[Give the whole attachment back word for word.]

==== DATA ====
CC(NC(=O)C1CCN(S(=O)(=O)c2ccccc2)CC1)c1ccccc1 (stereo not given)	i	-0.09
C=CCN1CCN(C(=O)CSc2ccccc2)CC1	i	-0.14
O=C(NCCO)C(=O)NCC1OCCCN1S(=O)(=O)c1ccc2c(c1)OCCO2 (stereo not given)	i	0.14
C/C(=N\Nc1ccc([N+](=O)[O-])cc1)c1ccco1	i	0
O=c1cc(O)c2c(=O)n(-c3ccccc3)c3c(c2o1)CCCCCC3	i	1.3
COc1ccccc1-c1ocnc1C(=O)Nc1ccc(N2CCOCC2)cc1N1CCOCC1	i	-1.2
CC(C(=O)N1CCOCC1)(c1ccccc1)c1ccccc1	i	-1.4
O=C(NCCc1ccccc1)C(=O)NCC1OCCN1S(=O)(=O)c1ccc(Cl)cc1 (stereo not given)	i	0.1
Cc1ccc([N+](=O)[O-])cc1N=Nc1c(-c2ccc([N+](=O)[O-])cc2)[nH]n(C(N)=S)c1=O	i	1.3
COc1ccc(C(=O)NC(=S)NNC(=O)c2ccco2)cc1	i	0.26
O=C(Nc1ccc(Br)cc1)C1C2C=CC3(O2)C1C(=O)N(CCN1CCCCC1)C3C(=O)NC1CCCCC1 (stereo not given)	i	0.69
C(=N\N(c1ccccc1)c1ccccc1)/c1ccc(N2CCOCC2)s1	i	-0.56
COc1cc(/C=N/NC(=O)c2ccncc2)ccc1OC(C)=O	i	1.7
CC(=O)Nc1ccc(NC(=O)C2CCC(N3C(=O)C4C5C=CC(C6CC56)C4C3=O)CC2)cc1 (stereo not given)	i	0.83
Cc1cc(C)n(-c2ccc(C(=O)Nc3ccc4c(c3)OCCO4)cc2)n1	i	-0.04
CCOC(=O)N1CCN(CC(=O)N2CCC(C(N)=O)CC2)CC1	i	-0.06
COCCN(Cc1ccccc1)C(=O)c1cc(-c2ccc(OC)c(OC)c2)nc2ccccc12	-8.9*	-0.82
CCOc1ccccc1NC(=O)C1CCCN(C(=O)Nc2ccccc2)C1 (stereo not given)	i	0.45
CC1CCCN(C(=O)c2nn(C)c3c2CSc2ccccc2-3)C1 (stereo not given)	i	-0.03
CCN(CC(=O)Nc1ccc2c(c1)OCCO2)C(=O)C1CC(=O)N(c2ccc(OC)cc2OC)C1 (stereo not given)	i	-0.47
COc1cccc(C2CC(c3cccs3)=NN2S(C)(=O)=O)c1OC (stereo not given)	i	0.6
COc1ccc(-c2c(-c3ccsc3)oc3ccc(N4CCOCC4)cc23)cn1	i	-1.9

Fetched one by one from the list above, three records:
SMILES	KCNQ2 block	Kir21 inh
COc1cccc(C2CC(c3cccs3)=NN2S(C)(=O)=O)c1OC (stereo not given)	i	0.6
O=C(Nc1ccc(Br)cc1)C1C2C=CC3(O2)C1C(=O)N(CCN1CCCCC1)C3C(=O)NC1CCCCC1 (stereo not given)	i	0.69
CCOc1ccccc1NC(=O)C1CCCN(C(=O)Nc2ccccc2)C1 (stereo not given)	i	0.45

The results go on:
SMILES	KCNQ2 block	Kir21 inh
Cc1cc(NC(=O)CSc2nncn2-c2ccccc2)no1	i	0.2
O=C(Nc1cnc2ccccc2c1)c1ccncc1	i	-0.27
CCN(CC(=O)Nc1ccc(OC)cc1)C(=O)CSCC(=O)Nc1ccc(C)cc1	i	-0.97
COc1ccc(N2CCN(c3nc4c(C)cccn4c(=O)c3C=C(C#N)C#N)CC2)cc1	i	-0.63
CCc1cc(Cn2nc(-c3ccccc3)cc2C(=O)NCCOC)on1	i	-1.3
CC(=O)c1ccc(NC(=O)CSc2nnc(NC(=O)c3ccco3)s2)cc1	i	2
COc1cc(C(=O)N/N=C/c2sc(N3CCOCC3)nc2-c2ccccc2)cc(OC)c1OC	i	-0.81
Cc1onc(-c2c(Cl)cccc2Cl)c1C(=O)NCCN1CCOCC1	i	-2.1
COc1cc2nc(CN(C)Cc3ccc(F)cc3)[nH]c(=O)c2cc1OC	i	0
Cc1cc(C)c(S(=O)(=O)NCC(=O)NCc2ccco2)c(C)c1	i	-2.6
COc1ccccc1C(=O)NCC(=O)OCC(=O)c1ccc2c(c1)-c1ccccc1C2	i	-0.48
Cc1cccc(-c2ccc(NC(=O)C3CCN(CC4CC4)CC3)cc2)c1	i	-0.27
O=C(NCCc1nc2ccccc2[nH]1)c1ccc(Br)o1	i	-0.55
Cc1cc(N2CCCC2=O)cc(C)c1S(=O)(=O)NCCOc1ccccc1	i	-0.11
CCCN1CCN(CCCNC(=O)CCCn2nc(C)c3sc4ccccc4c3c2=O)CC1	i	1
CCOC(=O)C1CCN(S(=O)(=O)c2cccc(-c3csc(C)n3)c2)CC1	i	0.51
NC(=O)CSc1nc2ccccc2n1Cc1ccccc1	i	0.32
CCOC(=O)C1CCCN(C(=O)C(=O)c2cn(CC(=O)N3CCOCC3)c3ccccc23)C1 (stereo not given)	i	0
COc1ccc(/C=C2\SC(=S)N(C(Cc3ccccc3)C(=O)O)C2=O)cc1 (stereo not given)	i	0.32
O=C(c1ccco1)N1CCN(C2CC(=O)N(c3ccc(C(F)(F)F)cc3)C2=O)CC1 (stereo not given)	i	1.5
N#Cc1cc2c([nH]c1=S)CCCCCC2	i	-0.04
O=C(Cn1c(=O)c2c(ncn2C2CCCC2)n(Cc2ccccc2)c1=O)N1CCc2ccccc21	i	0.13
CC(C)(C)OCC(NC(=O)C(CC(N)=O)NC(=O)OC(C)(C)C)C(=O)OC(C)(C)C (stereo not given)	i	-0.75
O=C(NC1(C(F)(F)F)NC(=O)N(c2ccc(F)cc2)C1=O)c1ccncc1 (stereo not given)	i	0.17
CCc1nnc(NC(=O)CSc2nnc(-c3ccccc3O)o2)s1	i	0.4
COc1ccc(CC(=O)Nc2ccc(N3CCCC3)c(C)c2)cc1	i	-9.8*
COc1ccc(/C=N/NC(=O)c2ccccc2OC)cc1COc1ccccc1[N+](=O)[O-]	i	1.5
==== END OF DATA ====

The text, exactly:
CC(NC(=O)C1CCN(S(=O)(=O)c2ccccc2)CC1)c1ccccc1 (stereo not given)	i	-0.09
C=CCN1CCN(C(=O)CSc2ccccc2)CC1	i	-0.14
O=C(NCCO)C(=O)NCC1OCCCN1S(=O)(=O)c1ccc2c(c1)OCCO2 (stereo not given)	i	0.14
C/C(=N\Nc1ccc([N+](=O)[O-])cc1)c1ccco1	i	0
O=c1cc(O)c2c(=O)n(-c3ccccc3)c3c(c2o1)CCCCCC3	i	1.3
COc1ccccc1-c1ocnc1C(=O)Nc1ccc(N2CCOCC2)cc1N1CCOCC1	i	-1.2
CC(C(=O)N1CCOCC1)(c1ccccc1)c1ccccc1	i	-1.4
O=C(NCCc1ccccc1)C(=O)NCC1OCCN1S(=O)(=O)c1ccc(Cl)cc1 (stereo not given)	i	0.1
Cc1ccc([N+](=O)[O-])cc1N=Nc1c(-c2ccc([N+](=O)[O-])cc2)[nH]n(C(N)=S)c1=O	i	1.3
COc1ccc(C(=O)NC(=S)NNC(=O)c2ccco2)cc1	i	0.26
O=C(Nc1ccc(Br)cc1)C1C2C=CC3(O2)C1C(=O)N(CCN1CCCCC1)C3C(=O)NC1CCCCC1 (stereo not given)	i	0.69
C(=N\N(c1ccccc1)c1ccccc1)/c1ccc(N2CCOCC2)s1	i	-0.56
COc1cc(/C=N/NC(=O)c2ccncc2)ccc1OC(C)=O	i	1.7
CC(=O)Nc1ccc(NC(=O)C2CCC(N3C(=O)C4C5C=CC(C6CC56)C4C3=O)CC2)cc1 (stereo not given)	i	0.83
Cc1cc(C)n(-c2ccc(C(=O)Nc3ccc4c(c3)OCCO4)cc2)n1	i	-0.04
CCOC(=O)N1CCN(CC(=O)N2CCC(C(N)=O)CC2)CC1	i	-0.06
COCCN(Cc1ccccc1)C(=O)c1cc(-c2ccc(OC)c(OC)c2)nc2ccccc12	-8.9*	-0.82
CCOc1ccccc1NC(=O)C1CCCN(C(=O)Nc2ccccc2)C1 (stereo not given)	i	0.45
CC1CCCN(C(=O)c2nn(C)c3c2CSc2ccccc2-3)C1 (stereo not given)	i	-0.03
CCN(CC(=O)Nc1ccc2c(c1)OCCO2)C(=O)C1CC(=O)N(c2ccc(OC)cc2OC)C1 (stereo not given)	i	-0.47
COc1cccc(C2CC(c3cccs3)=NN2S(C)(=O)=O)c1OC (stereo not given)	i	0.6
COc1ccc(-c2c(-c3ccsc3)oc3ccc(N4CCOCC4)cc23)cn1	i	-1.9

Fetched one by one from the list above, three records:
SMILES	KCNQ2 block	Kir21 inh
COc1cccc(C2CC(c3cccs3)=NN2S(C)(=O)=O)c1OC (stereo not given)	i	0.6
O=C(Nc1ccc(Br)cc1)C1C2C=CC3(O2)C1C(=O)N(CCN1CCCCC1)C3C(=O)NC1CCCCC1 (stereo not given)	i	0.69
CCOc1ccccc1NC(=O)C1CCCN(C(=O)Nc2ccccc2)C1 (stereo not given)	i	0.45

The results go on:
SMILES	KCNQ2 block	Kir21 inh
Cc1cc(NC(=O)CSc2nncn2-c2ccccc2)no1	i	0.2
O=C(Nc1cnc2ccccc2c1)c1ccncc1	i	-0.27
CCN(CC(=O)Nc1ccc(OC)cc1)C(=O)CSCC(=O)Nc1ccc(C)cc1	i	-0.97
COc1ccc(N2CCN(c3nc4c(C)cccn4c(=O)c3C=C(C#N)C#N)CC2)cc1	i	-0.63
CCc1cc(Cn2nc(-c3ccccc3)cc2C(=O)NCCOC)on1	i	-1.3
CC(=O)c1ccc(NC(=O)CSc2nnc(NC(=O)c3ccco3)s2)cc1	i	2
COc1cc(C(=O)N/N=C/c2sc(N3CCOCC3)nc2-c2ccccc2)cc(OC)c1OC	i	-0.81
Cc1onc(-c2c(Cl)cccc2Cl)c1C(=O)NCCN1CCOCC1	i	-2.1
COc1cc2nc(CN(C)Cc3ccc(F)cc3)[nH]c(=O)c2cc1OC	i	0
Cc1cc(C)c(S(=O)(=O)NCC(=O)NCc2ccco2)c(C)c1	i	-2.6
COc1ccccc1C(=O)NCC(=O)OCC(=O)c1ccc2c(c1)-c1ccccc1C2	i	-0.48
Cc1cccc(-c2ccc(NC(=O)C3CCN(CC4CC4)CC3)cc2)c1	i	-0.27
O=C(NCCc1nc2ccccc2[nH]1)c1ccc(Br)o1	i	-0.55
Cc1cc(N2CCCC2=O)cc(C)c1S(=O)(=O)NCCOc1ccccc1	i	-0.11
CCCN1CCN(CCCNC(=O)CCCn2nc(C)c3sc4ccccc4c3c2=O)CC1	i	1
CCOC(=O)C1CCN(S(=O)(=O)c2cccc(-c3csc(C)n3)c2)CC1	i	0.51
NC(=O)CSc1nc2ccccc2n1Cc1ccccc1	i	0.32
CCOC(=O)C1CCCN(C(=O)C(=O)c2cn(CC(=O)N3CCOCC3)c3ccccc23)C1 (stereo not given)	i	0
COc1ccc(/C=C2\SC(=S)N(C(Cc3ccccc3)C(=O)O)C2=O)cc1 (stereo not given)	i	0.32
O=C(c1ccco1)N1CCN(C2CC(=O)N(c3ccc(C(F)(F)F)cc3)C2=O)CC1 (stereo not given)	i	1.5
N#Cc1cc2c([nH]c1=S)CCCCCC2	i	-0.04
O=C(Cn1c(=O)c2c(ncn2C2CCCC2)n(Cc2ccccc2)c1=O)N1CCc2ccccc21	i	0.13
CC(C)(C)OCC(NC(=O)C(CC(N)=O)NC(=O)OC(C)(C)C)C(=O)OC(C)(C)C (stereo not given)	i	-0.75
O=C(NC1(C(F)(F)F)NC(=O)N(c2ccc(F)cc2)C1=O)c1ccncc1 (stereo not given)	i	0.17
CCc1nnc(NC(=O)CSc2nnc(-c3ccccc3O)o2)s1	i	0.4
COc1ccc(CC(=O)Nc2ccc(N3CCCC3)c(C)c2)cc1	i	-9.8*
COc1ccc(/C=N/NC(=O)c2ccccc2OC)cc1COc1ccccc1[N+](=O)[O-]	i	1.5